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Saga Education: Scaling Evidence-Based and Equity-Focused Tutoring

By Alex Cortez, Managing Partner

As society and education systems emerge from COVID-19, we have never faced a greater crisis in education equity and also employment equity. Thankfully, there are social entrepreneurs with solutions that center equity and address gaps in learning through innovative approaches that also provide employment opportunities.

Saga Education, a recent addition to the New Profit family of grantee-partners, is boldly innovating to meet the needs of this moment, building equity in education and employment through a model of personalized, evidence-based, and relationship-driven math tutoring to ninth grade Algebra I students in need of support.

Algebra I is a critical gatekeeper to success in education. In 2010, a national U.S. Department of Education study found that 80 percent of high school dropouts cited their inability to pass Algebra I as the primary reason for leaving school. 

“Less than half of the students (43%) who failed Algebra I in ninth grade recovered the course credit by their fourth year of high school. 21% of students who never passed Algebra I graduated on time. Students who never passed Algebra I, however, fell well short of the required six math semester courses, and only 9% had enough credits to meet the math graduation requirement. 65% of early and late credit recovery students had enough credits to meet the math graduation requirement.” Your odds are 1 in 5 if you fail it in 9th grade and never recover credits.

"Less than half of the students (43%) who failed Algebra I in ninth grade recovered the course credit by their fourth year of high school. 21% of students who never passed Algebra I graduated on time. Students who never passed Algebra I, however, fell well short of the required six math semester courses, and only 9% had enough credits to meet the math graduation requirement. 65% of early and late credit recovery students had enough credits to meet the math graduation requirement."

With this knowledge, Saga tutoring occurs five days a week and is embedded in the school day, aligning tutoring content with the scope and sequence of what teachers cover in the classroom.  Saga employs full-time tutors who are intensively screened, receive significant training and ongoing coaching, and are able to use adaptive math content to support students in small group, customized sessions.

This month, the University of Chicago’s Education Lab released a new report on a randomized control trial (RCT) of Saga’s tutoring efforts, demonstrating up to 2.5 years of additional math achievement in ninth grade that then carried through to continued higher achievement in math and non-math subjects throughout high school.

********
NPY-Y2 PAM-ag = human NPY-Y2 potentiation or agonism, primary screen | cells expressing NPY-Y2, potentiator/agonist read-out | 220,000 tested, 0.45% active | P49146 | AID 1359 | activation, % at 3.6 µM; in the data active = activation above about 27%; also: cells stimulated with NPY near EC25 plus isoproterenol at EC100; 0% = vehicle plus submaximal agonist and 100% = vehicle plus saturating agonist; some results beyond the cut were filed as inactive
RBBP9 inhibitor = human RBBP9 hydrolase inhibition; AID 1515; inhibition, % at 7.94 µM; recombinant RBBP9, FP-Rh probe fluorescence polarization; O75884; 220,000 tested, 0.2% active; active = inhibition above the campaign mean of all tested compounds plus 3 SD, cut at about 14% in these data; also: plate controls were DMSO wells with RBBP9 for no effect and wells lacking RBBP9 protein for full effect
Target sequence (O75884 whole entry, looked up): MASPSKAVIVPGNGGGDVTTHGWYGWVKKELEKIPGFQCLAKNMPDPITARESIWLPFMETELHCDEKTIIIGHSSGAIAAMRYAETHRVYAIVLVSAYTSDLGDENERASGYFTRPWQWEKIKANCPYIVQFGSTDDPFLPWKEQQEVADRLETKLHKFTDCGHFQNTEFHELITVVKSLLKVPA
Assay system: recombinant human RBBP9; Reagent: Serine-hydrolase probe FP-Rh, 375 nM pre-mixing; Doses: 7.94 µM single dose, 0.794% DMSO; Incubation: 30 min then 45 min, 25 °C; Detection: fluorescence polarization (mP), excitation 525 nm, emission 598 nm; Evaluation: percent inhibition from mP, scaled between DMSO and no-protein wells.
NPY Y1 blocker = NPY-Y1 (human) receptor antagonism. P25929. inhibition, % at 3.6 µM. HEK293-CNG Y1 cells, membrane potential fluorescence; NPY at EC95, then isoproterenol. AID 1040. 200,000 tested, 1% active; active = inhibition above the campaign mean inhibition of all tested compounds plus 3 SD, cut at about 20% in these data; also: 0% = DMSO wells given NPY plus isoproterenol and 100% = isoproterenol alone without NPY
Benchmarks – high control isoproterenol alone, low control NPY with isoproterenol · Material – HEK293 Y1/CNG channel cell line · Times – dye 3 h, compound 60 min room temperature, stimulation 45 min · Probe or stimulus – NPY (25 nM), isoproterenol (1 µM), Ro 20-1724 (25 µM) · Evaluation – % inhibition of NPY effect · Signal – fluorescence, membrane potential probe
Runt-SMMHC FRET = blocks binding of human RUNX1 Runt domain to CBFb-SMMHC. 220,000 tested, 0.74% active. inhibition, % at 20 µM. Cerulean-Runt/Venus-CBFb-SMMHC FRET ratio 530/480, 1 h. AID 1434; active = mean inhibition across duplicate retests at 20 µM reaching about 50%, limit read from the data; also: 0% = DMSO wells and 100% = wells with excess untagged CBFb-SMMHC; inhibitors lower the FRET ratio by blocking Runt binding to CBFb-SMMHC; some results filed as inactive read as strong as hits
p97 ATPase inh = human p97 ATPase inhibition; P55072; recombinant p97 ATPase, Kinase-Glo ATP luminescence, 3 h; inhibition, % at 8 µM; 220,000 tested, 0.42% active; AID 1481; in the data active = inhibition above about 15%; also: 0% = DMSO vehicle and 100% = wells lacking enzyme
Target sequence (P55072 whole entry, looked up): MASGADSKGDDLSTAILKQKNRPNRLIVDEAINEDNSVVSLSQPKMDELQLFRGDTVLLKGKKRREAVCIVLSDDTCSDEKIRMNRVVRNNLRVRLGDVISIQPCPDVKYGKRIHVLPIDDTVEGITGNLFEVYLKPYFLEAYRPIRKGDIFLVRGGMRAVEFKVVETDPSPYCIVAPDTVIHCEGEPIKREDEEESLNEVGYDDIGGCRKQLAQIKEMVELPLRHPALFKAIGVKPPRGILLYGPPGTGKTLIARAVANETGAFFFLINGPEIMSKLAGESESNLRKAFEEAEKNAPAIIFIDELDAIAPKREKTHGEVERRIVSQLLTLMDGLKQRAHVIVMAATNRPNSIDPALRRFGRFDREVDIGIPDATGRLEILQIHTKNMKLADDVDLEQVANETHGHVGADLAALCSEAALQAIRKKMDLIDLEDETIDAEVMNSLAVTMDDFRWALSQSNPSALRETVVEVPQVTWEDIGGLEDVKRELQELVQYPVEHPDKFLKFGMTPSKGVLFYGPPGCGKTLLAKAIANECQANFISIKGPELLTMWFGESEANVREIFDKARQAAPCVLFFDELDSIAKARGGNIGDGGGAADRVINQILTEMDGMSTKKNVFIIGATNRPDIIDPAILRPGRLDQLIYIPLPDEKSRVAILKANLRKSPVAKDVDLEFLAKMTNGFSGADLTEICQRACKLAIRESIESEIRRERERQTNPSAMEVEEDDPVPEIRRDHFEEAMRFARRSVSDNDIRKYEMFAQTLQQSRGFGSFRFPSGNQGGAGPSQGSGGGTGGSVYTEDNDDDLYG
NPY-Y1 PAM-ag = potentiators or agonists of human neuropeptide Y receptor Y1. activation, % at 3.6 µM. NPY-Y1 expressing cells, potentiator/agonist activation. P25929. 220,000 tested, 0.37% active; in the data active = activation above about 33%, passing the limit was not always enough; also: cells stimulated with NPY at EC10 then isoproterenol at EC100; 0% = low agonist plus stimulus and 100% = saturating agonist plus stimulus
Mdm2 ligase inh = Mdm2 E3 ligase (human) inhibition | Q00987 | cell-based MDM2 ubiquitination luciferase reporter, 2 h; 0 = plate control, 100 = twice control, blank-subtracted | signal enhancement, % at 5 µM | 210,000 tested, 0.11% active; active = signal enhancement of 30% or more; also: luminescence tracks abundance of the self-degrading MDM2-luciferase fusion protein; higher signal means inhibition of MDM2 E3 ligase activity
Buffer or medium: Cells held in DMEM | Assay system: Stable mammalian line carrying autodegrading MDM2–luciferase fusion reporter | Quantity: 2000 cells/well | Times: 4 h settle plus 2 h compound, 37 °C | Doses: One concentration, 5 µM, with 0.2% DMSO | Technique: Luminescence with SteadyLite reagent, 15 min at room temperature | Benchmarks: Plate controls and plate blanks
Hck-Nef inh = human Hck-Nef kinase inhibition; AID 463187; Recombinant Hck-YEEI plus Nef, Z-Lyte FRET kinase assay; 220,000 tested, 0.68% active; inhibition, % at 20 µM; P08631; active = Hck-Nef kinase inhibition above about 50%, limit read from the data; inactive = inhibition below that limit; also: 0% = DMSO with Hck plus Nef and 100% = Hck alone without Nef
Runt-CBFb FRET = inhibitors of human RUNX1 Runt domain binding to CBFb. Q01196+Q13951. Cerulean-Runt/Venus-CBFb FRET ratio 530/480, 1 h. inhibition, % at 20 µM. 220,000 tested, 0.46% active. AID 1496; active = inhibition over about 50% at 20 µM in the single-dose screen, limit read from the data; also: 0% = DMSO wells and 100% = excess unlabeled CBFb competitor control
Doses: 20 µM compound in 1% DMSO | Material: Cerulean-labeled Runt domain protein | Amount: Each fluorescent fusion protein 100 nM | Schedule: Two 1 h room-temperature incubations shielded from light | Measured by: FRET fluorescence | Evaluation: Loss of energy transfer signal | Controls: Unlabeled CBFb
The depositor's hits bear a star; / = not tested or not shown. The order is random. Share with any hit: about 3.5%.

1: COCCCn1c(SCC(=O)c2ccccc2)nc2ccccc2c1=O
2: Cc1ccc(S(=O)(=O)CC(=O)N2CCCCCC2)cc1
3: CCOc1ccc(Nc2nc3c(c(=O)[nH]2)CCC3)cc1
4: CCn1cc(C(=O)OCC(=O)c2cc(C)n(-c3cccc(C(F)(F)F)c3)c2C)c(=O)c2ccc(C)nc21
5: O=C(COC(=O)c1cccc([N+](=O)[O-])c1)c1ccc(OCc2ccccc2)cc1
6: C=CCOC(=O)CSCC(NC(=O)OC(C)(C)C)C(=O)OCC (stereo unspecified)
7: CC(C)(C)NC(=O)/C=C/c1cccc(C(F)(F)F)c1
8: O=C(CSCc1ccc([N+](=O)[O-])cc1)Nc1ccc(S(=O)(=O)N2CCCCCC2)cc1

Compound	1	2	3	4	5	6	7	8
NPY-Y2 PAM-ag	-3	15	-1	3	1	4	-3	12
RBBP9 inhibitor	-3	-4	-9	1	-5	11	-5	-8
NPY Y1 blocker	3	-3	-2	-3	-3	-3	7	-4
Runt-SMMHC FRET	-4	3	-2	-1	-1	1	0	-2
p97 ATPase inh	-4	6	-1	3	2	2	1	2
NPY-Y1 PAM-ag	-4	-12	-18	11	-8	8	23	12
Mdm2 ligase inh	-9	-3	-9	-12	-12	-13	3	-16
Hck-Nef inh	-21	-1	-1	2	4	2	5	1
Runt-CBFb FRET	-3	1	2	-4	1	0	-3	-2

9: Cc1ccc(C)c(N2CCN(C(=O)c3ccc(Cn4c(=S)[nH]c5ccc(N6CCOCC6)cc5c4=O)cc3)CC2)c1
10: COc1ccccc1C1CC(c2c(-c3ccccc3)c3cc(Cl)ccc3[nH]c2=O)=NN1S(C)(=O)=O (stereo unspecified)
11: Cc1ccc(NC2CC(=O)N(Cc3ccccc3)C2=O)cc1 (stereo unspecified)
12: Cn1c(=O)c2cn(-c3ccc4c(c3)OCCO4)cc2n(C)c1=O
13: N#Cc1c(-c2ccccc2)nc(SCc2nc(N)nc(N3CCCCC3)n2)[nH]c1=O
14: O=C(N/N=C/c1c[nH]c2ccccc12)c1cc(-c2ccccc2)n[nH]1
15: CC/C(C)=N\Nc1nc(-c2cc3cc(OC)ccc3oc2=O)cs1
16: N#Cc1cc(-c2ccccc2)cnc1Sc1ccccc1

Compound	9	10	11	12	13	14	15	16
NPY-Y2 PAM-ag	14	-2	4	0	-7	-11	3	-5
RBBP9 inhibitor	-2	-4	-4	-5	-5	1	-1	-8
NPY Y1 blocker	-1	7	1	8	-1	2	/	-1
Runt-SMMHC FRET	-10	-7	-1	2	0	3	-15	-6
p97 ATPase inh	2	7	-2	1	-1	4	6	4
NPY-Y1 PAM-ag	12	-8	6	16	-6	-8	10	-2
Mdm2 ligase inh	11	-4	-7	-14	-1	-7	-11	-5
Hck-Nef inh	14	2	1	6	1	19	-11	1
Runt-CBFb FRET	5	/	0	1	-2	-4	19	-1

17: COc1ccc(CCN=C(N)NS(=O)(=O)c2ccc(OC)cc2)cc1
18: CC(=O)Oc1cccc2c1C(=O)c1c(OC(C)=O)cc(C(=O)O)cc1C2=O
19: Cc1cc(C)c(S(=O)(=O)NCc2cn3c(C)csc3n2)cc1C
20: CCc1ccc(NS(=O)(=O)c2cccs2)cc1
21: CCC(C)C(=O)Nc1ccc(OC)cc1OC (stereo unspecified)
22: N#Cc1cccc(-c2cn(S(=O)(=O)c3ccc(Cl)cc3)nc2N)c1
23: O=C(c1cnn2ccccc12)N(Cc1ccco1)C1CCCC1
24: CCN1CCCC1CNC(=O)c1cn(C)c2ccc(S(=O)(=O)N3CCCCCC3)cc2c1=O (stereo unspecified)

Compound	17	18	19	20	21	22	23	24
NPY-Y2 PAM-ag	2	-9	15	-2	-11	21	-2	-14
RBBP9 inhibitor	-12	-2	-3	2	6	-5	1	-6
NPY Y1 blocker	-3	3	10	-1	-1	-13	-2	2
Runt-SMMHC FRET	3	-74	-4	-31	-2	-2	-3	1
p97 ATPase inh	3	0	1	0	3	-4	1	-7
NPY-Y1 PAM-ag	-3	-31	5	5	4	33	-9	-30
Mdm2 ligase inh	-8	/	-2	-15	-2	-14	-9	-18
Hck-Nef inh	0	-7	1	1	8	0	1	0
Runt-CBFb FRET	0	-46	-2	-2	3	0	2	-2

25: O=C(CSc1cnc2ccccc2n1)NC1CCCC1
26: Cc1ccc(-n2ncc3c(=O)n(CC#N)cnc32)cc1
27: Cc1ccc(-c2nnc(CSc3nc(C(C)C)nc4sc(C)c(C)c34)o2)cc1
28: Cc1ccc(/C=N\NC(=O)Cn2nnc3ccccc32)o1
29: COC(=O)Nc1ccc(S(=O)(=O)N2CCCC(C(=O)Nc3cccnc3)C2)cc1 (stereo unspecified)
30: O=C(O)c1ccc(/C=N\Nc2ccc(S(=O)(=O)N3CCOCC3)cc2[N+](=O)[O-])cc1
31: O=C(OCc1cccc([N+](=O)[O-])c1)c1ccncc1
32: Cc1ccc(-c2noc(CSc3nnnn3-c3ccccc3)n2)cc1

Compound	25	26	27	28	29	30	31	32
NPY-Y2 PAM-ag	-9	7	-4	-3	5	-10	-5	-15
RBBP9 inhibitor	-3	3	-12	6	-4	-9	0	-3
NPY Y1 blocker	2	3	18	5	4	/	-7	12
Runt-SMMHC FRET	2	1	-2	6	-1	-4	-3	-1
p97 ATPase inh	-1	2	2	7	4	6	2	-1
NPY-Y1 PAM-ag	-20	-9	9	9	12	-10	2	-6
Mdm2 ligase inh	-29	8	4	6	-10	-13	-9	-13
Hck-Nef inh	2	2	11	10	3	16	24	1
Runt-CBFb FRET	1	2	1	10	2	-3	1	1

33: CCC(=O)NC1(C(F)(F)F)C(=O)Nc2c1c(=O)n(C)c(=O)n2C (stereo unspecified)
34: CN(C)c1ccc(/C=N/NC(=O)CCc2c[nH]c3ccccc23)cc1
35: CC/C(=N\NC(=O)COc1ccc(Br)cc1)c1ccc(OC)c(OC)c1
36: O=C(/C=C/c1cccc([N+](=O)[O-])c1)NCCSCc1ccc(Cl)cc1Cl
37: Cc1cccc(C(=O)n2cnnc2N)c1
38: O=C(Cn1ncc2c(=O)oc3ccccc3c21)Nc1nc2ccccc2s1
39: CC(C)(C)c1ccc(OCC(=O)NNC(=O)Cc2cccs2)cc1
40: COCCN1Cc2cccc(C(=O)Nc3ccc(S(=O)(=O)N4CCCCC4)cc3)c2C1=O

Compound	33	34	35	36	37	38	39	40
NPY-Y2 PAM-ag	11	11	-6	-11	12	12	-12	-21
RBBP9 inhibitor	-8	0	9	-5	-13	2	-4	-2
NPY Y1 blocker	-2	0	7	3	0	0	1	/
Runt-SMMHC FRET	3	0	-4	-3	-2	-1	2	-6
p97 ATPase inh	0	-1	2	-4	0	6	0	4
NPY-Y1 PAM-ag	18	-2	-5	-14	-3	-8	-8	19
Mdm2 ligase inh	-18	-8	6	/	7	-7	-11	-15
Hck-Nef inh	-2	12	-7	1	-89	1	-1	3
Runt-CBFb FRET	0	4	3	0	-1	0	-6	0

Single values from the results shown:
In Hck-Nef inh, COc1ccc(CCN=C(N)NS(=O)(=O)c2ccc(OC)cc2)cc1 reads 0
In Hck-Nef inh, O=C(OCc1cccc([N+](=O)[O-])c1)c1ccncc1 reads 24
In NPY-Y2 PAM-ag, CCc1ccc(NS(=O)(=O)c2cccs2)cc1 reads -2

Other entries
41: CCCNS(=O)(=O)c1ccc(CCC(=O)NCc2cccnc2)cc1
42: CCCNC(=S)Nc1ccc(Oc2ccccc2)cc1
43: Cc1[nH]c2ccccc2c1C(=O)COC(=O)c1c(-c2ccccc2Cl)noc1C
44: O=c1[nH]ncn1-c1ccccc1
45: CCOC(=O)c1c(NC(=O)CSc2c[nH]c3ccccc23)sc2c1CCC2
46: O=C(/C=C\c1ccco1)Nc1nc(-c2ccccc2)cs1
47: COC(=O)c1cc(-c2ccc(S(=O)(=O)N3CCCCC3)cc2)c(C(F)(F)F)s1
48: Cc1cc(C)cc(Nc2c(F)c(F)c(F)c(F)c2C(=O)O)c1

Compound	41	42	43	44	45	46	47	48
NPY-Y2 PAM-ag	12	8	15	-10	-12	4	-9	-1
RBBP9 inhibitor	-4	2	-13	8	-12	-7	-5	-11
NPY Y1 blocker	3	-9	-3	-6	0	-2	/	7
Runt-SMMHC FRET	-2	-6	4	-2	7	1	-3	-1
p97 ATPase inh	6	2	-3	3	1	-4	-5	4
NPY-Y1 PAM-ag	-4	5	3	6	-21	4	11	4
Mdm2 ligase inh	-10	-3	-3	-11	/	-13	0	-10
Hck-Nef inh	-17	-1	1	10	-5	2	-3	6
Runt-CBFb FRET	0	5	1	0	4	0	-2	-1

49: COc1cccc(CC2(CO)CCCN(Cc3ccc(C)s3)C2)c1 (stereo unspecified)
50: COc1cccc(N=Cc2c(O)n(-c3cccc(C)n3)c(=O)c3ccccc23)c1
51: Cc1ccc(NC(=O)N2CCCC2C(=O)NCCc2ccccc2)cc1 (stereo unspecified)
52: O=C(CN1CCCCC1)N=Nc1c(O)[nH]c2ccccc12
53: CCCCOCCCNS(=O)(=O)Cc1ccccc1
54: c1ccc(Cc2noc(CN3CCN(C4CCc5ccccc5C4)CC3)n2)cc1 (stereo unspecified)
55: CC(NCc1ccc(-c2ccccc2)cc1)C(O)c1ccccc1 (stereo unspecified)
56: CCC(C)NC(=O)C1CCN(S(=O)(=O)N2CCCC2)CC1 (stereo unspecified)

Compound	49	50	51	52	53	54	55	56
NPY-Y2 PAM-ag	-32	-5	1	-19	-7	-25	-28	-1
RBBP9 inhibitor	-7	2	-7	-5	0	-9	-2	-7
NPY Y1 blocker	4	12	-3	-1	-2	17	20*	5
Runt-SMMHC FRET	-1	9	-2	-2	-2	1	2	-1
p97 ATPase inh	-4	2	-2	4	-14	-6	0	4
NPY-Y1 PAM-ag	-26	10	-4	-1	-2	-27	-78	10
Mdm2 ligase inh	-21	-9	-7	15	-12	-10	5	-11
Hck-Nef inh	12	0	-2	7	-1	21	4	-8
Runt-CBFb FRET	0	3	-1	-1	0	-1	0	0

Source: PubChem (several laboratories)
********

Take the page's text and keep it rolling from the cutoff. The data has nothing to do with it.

In addition to the direct impact of Saga-provided tutors, we are also excited about Saga’s commitment to meet the needs of the post-COVID moment by expanding its strategy to create widespread impact and policy impact.

Saga is pursuing three concurrent widespread impact strategies to build the tutoring capacity of schools and nonprofit partners. First, Saga is launching an open education resource called Saga Coach, which is a self-paced training platform that includes core lessons around relationships, rigor and ratio to serve the emerging market of tutors across all subjects and grades. Second, Saga will expand its widespread impact via Saga Connect, a virtual tutoring platform that reduces barriers to participation in tutoring not only for students in situations that require physical distancing, but also for more adults to be able to serve as tutors irrespective of where they live. Third, Saga is amplifying its widespread impact by growing its consulting practice to transfer key knowledge on the design and management of tutoring programs to a growing set of partners.

In addition to its direct and widespread impact, Saga is building out its capacity to engage in effective policy advocacy, recognizing the importance of being able to leverage its proximity to, and understanding of, communities and schools to influence policies that can best support post-COVID learning recovery.

We believe the ability of social innovations to work across all three impact strategies – direct, widespread and policy – will be transformative, and we are excited to learn alongside Saga as they build out their mutually reinforcing work across all three.